Breaking Barriers: Mission at the Eastward’s transitional housing program provides a car for their first guest

4 mins read

FARMINGTON – In December of 2022, the first residents of the new Transitional Housing program moved into the McCleary House, MATE’s first transitional home. Although this family, a young mother and her children, now had a place to live, they still struggled with transportation.

“One of the most common and challenging problems that our community members experiencing housing insecurity are facing is the lack of reliable transportation,” Executive Director Chris DeLisle said. This is thanks to the shortage of public transportation in the Farmington area. Having a vehicle is a part of daily life in this rural area. Understanding this, MATE decided to put together a fundraising initiative to buy a car for the housing guest and her family.

“This is something we haven’t done before,” DeLisle said about the fundraiser. “But adapting our services to meet the changing needs of the community is something we have always done and will continue to do.”

A community member sold MATE a used car with a $1,000 discount. After just a few weeks of fundraising, on February 8 they were able to purchase the car and present it to their Transitional Housing guest.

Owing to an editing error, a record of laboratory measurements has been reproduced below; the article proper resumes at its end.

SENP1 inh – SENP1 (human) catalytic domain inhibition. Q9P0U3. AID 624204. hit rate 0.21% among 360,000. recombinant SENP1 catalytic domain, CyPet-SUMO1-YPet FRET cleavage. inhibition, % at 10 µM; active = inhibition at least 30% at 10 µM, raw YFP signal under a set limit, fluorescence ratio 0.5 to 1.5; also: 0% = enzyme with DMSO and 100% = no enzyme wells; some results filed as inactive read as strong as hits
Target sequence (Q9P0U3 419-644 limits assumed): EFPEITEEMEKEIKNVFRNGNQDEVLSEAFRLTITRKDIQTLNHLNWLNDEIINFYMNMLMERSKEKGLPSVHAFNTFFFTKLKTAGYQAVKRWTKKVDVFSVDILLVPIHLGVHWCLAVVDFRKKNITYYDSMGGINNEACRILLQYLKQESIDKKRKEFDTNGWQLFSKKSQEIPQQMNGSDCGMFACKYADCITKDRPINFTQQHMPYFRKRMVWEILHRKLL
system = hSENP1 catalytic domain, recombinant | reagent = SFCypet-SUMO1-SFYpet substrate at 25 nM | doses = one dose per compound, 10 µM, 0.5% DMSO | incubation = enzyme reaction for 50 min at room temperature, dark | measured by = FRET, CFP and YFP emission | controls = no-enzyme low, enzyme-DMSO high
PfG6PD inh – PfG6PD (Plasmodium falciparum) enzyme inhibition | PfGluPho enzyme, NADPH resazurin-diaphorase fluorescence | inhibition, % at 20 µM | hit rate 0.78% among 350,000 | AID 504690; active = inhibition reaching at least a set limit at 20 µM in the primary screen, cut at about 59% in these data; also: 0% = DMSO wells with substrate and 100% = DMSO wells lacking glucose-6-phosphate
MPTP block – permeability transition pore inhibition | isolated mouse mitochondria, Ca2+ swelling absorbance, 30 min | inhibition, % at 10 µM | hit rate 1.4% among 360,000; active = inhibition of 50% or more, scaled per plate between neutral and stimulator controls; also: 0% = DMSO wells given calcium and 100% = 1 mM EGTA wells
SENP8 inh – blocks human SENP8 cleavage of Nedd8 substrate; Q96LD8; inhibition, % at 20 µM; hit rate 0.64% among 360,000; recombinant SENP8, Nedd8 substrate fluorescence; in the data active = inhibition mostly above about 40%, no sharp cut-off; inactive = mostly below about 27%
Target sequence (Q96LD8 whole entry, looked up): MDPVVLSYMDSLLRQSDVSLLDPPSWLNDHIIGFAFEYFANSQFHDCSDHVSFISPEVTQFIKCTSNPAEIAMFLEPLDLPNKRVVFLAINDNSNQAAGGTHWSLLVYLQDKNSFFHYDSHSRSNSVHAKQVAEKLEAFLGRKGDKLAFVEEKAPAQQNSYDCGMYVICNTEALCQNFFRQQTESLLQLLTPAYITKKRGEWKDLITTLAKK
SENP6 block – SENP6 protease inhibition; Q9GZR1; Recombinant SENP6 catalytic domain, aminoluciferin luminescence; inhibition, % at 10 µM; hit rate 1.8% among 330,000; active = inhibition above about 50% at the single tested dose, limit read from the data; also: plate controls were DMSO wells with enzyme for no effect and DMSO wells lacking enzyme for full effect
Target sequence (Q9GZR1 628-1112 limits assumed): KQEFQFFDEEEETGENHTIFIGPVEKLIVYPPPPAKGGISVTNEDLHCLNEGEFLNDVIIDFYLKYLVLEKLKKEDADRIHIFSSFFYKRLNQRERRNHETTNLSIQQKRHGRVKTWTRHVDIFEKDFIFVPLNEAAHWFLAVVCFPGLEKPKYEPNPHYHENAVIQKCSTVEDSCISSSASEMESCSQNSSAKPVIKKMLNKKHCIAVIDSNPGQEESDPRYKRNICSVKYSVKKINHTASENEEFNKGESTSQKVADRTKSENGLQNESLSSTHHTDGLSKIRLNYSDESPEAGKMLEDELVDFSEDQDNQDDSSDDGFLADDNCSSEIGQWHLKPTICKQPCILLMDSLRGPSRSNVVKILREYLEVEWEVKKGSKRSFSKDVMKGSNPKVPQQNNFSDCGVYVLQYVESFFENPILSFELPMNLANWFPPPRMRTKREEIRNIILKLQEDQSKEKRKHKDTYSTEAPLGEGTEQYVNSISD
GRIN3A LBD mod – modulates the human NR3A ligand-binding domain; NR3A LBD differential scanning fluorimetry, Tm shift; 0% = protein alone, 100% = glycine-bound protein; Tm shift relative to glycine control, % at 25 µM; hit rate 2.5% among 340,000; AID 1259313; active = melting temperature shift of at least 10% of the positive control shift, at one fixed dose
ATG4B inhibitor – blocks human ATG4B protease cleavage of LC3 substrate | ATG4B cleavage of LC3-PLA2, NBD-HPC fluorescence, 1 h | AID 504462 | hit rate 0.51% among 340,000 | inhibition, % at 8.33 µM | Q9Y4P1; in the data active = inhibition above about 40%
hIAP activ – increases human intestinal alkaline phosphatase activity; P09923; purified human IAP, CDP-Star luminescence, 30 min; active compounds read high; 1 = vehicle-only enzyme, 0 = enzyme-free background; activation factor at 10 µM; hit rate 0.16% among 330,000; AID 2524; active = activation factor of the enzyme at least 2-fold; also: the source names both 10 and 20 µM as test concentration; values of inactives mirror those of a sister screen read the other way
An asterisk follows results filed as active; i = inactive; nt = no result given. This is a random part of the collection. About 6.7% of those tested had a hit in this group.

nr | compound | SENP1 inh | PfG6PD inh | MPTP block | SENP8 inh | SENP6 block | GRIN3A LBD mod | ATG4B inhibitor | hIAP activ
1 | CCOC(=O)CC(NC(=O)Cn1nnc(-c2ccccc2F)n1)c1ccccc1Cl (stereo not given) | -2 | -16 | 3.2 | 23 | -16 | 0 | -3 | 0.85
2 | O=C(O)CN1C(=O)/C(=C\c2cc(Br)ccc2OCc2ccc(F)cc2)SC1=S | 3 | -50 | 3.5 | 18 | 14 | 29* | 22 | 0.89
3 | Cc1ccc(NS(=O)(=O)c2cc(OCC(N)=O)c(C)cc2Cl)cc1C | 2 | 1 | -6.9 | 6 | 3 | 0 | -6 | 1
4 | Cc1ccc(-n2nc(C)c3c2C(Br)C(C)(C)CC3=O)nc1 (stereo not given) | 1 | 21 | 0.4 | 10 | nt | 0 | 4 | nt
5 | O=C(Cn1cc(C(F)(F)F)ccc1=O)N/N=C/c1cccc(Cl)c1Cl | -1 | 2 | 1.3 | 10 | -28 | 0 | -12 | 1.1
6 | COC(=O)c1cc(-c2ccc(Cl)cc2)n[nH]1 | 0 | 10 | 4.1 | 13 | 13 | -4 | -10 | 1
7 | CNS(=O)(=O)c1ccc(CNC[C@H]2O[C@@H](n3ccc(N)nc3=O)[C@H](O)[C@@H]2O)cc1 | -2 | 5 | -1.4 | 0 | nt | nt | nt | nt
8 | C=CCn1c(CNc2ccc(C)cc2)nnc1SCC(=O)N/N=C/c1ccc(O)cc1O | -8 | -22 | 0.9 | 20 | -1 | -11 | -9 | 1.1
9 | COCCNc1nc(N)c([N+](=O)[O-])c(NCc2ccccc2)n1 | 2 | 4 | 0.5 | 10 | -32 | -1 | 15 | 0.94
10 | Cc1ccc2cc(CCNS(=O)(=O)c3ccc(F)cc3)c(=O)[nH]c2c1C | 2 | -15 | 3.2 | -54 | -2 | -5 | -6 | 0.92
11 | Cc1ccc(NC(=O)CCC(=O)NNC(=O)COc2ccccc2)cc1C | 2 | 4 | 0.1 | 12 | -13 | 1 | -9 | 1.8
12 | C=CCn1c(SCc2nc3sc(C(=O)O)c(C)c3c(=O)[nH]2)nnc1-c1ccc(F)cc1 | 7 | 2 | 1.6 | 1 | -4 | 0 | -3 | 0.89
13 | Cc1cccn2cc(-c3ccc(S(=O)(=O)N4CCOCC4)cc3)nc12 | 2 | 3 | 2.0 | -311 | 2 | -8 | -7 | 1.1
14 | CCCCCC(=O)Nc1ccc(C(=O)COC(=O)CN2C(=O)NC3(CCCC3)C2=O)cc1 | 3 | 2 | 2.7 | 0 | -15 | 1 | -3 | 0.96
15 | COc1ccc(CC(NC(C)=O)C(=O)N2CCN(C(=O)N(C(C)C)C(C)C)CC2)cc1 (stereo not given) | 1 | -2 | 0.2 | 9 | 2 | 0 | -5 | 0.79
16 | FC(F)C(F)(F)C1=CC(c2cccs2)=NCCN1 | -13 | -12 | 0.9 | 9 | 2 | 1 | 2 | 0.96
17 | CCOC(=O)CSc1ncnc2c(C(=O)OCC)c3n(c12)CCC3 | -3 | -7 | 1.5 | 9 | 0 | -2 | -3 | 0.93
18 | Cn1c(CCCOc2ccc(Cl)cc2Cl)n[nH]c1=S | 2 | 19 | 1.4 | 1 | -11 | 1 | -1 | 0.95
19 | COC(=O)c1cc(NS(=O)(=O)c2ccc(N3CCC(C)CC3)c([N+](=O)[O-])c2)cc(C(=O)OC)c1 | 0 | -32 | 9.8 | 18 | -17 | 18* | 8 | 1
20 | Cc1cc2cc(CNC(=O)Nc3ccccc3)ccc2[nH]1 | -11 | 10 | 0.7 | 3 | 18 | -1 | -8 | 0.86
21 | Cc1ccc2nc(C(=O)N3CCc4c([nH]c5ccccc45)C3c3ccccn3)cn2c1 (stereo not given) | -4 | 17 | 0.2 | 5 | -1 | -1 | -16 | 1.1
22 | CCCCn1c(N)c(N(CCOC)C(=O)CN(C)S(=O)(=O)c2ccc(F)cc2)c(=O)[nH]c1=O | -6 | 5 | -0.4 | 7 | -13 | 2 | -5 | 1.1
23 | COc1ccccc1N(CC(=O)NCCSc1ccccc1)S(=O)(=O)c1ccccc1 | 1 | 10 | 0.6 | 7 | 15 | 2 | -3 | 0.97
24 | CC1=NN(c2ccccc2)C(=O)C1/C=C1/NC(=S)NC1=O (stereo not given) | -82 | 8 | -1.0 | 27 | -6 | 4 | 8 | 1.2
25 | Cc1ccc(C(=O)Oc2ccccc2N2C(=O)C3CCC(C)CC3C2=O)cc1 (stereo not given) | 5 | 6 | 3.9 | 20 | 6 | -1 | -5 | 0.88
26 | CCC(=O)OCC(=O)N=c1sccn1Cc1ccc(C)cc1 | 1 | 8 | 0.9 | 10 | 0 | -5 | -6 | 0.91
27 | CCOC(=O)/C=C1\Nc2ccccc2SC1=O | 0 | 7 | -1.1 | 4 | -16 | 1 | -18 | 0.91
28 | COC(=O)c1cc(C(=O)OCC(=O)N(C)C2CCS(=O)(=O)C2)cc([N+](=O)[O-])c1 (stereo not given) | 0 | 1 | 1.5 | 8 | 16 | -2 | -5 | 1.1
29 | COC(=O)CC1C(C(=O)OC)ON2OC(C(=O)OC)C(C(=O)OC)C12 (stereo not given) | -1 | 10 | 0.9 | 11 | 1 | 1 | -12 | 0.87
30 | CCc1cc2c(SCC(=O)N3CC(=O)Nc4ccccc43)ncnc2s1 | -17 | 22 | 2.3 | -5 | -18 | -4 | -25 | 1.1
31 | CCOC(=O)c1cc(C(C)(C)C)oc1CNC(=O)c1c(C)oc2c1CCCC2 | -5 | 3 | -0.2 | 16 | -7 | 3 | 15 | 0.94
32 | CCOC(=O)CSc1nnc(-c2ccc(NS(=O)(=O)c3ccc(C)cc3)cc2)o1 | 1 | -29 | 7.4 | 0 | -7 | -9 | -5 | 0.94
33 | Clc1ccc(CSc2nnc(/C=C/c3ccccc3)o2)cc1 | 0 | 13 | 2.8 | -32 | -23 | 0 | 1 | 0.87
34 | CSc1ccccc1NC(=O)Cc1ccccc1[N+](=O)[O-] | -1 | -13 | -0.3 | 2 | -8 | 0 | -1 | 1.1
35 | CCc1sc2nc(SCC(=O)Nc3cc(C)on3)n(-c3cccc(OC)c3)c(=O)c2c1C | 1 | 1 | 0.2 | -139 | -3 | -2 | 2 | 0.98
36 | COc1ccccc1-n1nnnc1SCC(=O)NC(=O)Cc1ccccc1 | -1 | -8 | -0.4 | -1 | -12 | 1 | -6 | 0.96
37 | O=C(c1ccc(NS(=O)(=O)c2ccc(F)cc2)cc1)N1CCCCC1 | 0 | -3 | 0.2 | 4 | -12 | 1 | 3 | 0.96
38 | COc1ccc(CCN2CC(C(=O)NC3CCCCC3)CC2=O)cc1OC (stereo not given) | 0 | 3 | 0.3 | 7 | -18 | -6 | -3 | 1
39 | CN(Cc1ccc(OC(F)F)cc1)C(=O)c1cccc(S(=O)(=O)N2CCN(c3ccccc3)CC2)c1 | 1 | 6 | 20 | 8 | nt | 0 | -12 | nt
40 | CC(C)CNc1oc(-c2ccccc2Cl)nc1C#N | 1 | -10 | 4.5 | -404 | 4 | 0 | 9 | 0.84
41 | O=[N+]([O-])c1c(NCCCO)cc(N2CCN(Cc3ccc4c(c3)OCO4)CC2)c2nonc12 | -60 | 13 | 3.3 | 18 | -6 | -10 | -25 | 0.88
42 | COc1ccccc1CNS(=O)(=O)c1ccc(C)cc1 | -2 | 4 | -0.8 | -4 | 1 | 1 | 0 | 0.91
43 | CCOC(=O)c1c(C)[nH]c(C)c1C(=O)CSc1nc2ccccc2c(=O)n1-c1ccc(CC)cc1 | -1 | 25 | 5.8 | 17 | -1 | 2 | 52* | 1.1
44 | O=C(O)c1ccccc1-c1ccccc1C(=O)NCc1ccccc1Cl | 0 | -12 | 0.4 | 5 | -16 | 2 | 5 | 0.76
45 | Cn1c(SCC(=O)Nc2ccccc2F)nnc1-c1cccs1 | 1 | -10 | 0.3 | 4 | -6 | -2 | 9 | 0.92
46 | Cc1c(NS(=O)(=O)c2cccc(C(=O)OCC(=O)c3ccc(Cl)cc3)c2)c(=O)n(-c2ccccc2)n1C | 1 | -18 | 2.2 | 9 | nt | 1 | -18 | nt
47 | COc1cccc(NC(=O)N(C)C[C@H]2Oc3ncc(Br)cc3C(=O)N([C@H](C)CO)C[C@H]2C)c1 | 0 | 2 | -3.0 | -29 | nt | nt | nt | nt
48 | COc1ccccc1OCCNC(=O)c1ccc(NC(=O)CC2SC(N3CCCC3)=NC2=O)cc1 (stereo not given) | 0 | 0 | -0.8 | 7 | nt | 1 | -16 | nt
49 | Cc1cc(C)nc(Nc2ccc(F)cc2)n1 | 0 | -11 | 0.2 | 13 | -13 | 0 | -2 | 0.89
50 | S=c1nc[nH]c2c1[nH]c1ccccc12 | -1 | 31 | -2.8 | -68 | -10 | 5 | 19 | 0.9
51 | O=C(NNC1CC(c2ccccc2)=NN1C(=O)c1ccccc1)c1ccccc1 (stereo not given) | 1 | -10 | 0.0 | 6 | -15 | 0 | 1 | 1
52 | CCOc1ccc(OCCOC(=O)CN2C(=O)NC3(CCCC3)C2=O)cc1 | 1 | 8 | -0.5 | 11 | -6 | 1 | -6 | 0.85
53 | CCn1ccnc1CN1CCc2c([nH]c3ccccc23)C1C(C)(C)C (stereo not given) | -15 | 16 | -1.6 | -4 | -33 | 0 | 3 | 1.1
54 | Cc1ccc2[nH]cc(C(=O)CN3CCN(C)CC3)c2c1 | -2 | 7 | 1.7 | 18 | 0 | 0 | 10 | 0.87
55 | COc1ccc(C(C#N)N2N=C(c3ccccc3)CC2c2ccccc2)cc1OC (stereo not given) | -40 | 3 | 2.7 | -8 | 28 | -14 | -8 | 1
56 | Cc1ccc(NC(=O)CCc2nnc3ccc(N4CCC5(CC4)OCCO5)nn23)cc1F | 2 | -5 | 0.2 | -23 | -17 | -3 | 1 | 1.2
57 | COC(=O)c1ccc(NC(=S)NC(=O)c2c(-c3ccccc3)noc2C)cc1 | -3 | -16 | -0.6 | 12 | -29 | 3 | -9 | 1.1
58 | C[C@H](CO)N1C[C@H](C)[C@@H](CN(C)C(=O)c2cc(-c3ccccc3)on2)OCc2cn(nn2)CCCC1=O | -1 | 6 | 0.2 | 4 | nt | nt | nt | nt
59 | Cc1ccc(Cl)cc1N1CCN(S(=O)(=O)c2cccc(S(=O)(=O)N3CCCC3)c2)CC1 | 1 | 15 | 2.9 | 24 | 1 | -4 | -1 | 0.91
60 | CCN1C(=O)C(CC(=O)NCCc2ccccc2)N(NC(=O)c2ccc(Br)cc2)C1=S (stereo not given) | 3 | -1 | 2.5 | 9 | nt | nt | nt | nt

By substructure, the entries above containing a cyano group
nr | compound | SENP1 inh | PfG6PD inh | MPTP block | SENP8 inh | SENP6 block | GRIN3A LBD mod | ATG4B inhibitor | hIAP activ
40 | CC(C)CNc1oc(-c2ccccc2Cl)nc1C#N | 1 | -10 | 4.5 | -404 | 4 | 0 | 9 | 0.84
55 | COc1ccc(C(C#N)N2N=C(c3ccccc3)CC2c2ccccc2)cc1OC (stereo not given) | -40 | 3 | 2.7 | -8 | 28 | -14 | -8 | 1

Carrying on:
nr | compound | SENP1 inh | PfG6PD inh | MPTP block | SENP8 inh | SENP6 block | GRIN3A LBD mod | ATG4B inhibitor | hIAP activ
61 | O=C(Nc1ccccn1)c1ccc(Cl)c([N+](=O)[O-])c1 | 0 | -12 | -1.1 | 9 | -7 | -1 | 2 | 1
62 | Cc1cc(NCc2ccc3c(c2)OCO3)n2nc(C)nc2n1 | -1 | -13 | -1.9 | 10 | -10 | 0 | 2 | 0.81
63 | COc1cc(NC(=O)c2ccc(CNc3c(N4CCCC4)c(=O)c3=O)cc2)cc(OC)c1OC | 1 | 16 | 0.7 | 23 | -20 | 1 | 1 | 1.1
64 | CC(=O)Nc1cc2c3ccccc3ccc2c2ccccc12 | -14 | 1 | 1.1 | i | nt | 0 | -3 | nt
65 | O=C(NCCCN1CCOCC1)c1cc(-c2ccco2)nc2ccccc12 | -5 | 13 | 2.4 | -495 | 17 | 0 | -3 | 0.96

The Transitional Housing guest, pictured in front of the McCleary House with her new car.


“Having my own car feels amazing! I feel like I have my freedom back,” the guest said.

The Transitional Housing program began a few years ago when MATE’s former Executive Director, Thea Kornelius, noticed how the pandemic had affected the problem of affordable housing in the Farmington area. DeLisle explained that there was a 64% increase in house pricing from 2019 to 2022, from $143,000 to $235,027. He described this increase as “incredibly unsustainable.”

“People with good paying, full-time jobs struggle to find a house they can afford, but what of those struggling just to make ends meet?” DeLisle asked. “The idea behind the transitional housing program is to prevent people experiencing housing insecurity from ending up on the streets or in a homeless shelter.”

DeLisle explained how the program works: “We provide them with a temporary home that is more private, comfortable, and compassionate, and gives them an opportunity to get back on their feet. While guests are involved in our transitional housing program, they engage regularly with our guest liaison and hospitality coordinator, both volunteers, who help the guest set goals and move towards permanent housing.”

MATE transformed the McCleary House, a 1800s farmhouse owned by their partner the Fairbanks Union Church, into the sole transitional housing facility in the county. The house was used for church storage until it was renovated, funded by both grants and donations from the community.

MATE runs a Housing Repair Ministry, founded in 1979, that provides home repairs to those unable to do the repairs themselves for either financial or physical reasons. MATE has been serving the greater Farmington area since the 1950s. Visit their website for information on how to support MATE.

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